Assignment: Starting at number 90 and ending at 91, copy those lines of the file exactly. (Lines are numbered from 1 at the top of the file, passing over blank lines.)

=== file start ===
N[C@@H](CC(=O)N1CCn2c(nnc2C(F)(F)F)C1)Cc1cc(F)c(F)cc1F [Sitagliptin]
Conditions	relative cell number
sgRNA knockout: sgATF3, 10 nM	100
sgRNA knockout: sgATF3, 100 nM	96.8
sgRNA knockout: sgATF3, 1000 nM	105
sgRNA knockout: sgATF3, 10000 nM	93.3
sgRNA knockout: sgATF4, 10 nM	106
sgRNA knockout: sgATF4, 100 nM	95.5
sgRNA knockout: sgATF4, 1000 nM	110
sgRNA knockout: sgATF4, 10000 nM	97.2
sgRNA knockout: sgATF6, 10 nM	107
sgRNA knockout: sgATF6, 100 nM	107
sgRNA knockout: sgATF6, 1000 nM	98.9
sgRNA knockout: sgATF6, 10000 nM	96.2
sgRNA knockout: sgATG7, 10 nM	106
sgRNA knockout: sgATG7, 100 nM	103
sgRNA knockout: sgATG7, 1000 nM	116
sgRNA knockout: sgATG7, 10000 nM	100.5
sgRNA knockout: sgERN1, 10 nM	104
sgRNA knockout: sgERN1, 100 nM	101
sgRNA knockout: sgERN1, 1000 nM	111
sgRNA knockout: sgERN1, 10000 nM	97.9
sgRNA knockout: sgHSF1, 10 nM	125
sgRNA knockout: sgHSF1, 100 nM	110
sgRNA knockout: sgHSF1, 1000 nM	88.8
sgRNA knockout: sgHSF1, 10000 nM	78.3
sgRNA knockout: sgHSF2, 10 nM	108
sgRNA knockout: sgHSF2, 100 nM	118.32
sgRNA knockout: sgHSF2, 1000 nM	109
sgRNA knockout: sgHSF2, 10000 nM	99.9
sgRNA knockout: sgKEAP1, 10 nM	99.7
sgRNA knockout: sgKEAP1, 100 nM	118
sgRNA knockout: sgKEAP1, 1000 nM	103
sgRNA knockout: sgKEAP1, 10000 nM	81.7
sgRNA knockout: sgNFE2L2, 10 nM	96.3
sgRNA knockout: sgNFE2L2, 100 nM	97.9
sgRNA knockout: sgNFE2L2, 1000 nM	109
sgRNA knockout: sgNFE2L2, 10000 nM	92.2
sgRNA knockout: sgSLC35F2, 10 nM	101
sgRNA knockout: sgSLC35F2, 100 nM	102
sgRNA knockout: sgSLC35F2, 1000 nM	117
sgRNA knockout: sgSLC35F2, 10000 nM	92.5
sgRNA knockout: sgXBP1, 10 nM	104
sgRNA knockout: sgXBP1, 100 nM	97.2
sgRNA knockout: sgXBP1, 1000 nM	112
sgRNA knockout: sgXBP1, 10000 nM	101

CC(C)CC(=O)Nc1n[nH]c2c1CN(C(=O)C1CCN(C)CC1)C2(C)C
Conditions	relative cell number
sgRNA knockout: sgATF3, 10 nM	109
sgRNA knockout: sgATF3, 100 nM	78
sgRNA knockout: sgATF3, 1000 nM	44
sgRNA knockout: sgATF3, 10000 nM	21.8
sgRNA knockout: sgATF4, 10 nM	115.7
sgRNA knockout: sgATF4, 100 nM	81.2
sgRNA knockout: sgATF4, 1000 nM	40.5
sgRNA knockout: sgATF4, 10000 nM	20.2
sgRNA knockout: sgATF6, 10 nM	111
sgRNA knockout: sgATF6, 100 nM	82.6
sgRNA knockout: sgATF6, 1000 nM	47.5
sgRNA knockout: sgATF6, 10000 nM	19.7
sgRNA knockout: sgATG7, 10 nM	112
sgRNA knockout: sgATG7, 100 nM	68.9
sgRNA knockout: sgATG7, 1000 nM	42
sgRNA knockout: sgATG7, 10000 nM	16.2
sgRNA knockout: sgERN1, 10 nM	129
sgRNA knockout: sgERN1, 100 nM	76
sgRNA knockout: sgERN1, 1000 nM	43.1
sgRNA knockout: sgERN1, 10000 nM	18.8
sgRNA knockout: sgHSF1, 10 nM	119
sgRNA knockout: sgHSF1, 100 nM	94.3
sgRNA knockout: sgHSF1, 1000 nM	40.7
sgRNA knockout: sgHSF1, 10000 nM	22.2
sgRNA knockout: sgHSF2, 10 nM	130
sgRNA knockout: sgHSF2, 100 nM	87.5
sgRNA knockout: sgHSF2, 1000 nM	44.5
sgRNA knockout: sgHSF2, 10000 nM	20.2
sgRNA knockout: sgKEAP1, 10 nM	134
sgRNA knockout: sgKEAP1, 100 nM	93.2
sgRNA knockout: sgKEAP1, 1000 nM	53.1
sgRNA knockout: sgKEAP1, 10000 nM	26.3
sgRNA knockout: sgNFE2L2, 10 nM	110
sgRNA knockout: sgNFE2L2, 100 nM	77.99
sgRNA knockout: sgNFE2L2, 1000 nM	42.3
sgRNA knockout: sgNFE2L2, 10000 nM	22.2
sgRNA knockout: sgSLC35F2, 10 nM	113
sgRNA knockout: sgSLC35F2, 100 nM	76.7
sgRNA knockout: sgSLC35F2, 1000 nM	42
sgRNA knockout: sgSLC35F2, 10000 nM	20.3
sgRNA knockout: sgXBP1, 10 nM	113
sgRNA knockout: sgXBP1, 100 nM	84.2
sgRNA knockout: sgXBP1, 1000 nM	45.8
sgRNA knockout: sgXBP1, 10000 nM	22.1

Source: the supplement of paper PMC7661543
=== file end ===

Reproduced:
sgRNA knockout: sgXBP1, 100 nM	84.2
sgRNA knockout: sgXBP1, 1000 nM	45.8